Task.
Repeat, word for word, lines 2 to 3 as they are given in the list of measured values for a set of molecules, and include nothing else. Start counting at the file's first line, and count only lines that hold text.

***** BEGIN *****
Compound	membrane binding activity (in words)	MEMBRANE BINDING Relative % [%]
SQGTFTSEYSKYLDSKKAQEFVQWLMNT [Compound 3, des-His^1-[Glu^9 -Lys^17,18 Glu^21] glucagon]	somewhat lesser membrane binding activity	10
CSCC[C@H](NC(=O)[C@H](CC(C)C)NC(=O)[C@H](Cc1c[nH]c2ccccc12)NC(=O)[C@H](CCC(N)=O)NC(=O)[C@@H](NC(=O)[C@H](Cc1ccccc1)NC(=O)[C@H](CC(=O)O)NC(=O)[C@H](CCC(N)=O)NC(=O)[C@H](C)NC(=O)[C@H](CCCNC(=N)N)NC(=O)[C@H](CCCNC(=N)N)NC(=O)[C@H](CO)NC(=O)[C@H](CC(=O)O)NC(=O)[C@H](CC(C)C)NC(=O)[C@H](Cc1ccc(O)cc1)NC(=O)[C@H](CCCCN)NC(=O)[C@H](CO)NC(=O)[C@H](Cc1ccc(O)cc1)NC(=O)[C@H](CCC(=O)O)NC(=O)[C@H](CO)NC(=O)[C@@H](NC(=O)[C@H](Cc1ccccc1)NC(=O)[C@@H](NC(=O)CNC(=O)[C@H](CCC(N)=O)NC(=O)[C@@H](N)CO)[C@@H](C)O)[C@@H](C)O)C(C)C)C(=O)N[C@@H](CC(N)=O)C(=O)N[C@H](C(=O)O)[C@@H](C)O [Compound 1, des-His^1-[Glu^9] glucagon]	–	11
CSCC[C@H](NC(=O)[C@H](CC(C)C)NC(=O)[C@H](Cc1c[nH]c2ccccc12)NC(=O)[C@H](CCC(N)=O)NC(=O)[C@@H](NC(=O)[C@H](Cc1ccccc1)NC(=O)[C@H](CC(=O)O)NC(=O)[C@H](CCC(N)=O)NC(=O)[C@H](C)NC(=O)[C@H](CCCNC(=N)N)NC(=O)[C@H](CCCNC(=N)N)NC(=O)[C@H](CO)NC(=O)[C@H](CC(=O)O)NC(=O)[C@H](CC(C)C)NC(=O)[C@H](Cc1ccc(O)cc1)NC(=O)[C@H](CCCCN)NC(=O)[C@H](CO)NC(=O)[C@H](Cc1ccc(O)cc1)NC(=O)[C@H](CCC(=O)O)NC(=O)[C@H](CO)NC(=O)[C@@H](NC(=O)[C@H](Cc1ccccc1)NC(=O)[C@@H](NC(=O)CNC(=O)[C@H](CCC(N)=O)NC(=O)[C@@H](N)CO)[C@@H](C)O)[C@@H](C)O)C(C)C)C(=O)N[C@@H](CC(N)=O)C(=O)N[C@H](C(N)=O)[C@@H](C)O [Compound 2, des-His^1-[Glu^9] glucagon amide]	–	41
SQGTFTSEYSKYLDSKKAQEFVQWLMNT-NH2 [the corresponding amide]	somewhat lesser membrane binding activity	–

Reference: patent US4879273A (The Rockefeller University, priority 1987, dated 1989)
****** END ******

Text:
SQGTFTSEYSKYLDSKKAQEFVQWLMNT [Compound 3, des-His^1-[Glu^9 -Lys^17,18 Glu^21] glucagon]	somewhat lesser membrane binding activity	10
CSCC[C@H](NC(=O)[C@H](CC(C)C)NC(=O)[C@H](Cc1c[nH]c2ccccc12)NC(=O)[C@H](CCC(N)=O)NC(=O)[C@@H](NC(=O)[C@H](Cc1ccccc1)NC(=O)[C@H](CC(=O)O)NC(=O)[C@H](CCC(N)=O)NC(=O)[C@H](C)NC(=O)[C@H](CCCNC(=N)N)NC(=O)[C@H](CCCNC(=N)N)NC(=O)[C@H](CO)NC(=O)[C@H](CC(=O)O)NC(=O)[C@H](CC(C)C)NC(=O)[C@H](Cc1ccc(O)cc1)NC(=O)[C@H](CCCCN)NC(=O)[C@H](CO)NC(=O)[C@H](Cc1ccc(O)cc1)NC(=O)[C@H](CCC(=O)O)NC(=O)[C@H](CO)NC(=O)[C@@H](NC(=O)[C@H](Cc1ccccc1)NC(=O)[C@@H](NC(=O)CNC(=O)[C@H](CCC(N)=O)NC(=O)[C@@H](N)CO)[C@@H](C)O)[C@@H](C)O)C(C)C)C(=O)N[C@@H](CC(N)=O)C(=O)N[C@H](C(=O)O)[C@@H](C)O [Compound 1, des-His^1-[Glu^9] glucagon]	–	11